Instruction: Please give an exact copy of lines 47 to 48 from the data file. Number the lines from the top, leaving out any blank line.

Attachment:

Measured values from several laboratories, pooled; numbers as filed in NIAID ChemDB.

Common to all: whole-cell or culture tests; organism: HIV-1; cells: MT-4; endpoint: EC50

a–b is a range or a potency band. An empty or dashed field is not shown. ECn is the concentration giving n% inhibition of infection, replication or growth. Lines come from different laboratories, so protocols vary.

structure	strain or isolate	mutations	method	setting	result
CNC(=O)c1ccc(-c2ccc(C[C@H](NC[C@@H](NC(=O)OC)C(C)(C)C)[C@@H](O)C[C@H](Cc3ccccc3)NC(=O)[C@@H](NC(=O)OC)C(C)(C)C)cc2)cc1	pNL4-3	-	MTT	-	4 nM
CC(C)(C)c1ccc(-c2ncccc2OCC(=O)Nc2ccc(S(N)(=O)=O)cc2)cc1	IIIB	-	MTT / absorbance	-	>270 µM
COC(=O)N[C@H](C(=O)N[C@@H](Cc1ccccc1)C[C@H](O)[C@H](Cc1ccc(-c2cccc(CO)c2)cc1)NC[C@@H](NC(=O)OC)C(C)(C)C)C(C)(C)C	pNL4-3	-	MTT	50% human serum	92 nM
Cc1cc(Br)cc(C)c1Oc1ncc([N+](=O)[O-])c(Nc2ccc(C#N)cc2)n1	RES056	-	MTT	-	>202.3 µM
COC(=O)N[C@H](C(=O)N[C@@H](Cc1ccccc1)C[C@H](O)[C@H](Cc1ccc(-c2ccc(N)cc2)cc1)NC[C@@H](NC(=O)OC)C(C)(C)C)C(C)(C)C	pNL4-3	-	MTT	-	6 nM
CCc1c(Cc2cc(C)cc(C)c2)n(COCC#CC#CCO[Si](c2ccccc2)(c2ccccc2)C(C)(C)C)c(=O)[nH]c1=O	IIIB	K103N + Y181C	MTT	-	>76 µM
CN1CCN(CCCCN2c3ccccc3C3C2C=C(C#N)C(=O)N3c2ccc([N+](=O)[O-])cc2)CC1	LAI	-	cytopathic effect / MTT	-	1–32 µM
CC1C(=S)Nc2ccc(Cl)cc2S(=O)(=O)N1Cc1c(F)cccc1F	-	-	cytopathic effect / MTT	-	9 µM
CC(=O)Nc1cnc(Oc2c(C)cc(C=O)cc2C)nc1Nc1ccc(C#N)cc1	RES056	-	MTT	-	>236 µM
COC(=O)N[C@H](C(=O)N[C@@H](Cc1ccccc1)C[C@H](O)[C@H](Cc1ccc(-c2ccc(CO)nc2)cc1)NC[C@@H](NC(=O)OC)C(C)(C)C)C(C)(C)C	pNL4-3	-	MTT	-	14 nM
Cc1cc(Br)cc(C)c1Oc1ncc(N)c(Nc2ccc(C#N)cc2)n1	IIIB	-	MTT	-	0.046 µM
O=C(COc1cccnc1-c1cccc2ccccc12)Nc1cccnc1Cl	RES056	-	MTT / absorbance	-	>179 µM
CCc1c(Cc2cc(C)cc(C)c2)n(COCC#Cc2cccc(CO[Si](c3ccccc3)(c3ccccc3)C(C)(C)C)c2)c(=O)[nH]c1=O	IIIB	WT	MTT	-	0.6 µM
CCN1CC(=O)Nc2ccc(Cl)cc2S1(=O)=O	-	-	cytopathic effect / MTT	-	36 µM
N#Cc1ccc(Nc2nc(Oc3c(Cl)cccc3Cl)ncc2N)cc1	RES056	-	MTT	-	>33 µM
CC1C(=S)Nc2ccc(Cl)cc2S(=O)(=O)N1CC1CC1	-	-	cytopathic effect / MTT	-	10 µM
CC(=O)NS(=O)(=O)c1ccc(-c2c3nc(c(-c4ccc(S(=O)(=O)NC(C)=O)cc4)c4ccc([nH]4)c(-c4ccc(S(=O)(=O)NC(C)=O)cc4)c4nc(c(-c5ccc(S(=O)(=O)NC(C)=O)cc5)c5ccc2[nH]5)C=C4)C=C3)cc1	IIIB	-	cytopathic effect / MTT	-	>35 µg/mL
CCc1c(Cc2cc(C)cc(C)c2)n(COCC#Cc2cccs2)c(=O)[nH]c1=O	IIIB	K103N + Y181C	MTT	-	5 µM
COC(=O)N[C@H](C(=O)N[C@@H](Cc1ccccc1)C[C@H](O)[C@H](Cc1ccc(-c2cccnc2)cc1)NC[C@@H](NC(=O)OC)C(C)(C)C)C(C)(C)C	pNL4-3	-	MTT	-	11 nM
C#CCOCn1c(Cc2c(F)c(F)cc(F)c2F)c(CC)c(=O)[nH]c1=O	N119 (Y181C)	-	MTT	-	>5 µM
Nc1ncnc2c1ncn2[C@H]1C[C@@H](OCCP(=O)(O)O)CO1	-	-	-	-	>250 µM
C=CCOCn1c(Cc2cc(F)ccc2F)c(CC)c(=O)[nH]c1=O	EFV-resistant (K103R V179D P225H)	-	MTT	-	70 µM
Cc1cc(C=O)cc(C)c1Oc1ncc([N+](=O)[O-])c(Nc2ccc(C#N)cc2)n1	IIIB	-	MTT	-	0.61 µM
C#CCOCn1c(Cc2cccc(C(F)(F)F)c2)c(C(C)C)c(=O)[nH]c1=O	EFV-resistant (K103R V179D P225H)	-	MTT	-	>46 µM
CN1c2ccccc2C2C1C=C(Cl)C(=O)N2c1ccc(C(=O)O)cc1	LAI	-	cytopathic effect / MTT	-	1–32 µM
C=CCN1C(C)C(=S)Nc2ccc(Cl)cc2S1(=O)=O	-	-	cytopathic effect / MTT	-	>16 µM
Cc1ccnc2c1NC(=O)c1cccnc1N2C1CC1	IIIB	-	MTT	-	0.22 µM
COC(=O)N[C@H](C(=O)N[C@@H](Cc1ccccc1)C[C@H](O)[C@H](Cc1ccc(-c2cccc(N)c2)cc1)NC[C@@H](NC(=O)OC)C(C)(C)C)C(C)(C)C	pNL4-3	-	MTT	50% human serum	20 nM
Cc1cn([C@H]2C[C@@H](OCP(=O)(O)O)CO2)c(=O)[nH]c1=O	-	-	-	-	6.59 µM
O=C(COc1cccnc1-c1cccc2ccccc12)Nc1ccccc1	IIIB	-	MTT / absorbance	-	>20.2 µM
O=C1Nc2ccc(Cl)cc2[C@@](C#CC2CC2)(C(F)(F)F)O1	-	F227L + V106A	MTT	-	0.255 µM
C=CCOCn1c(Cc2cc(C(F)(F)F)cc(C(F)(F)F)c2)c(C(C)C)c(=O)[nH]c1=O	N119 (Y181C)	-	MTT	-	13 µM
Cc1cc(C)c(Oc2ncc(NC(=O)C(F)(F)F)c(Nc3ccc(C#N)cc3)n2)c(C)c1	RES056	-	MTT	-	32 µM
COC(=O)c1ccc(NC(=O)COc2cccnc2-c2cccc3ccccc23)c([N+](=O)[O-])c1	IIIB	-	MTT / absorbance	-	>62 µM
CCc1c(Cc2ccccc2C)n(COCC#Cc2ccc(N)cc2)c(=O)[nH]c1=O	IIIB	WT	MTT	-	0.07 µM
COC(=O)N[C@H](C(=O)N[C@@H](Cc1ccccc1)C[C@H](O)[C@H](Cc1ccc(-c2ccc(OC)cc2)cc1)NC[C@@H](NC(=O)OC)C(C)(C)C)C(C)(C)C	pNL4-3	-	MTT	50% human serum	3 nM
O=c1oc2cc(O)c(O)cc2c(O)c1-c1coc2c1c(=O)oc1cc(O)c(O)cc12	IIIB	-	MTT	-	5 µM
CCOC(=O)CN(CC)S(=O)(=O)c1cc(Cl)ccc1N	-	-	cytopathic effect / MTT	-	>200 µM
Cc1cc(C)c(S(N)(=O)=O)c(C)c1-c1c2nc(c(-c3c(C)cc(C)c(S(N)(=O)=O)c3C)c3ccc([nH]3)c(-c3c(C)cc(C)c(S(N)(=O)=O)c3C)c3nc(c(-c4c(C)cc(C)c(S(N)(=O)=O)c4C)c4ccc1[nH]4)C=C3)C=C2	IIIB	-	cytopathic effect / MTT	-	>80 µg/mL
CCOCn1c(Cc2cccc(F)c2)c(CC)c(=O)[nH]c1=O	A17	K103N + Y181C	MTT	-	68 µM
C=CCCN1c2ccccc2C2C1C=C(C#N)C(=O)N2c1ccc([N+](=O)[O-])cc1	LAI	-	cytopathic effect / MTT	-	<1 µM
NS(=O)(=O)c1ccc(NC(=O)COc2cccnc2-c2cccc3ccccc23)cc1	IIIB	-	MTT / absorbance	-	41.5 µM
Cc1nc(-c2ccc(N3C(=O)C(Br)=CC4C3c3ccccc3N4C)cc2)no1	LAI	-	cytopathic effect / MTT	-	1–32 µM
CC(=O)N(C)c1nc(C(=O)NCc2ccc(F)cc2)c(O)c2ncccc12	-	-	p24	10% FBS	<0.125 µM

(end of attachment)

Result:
Cc1nc(-c2ccc(N3C(=O)C(Br)=CC4C3c3ccccc3N4C)cc2)no1	LAI	-	cytopathic effect / MTT	-	1–32 µM
CC(=O)N(C)c1nc(C(=O)NCc2ccc(F)cc2)c(O)c2ncccc12	-	-	p24	10% FBS	<0.125 µM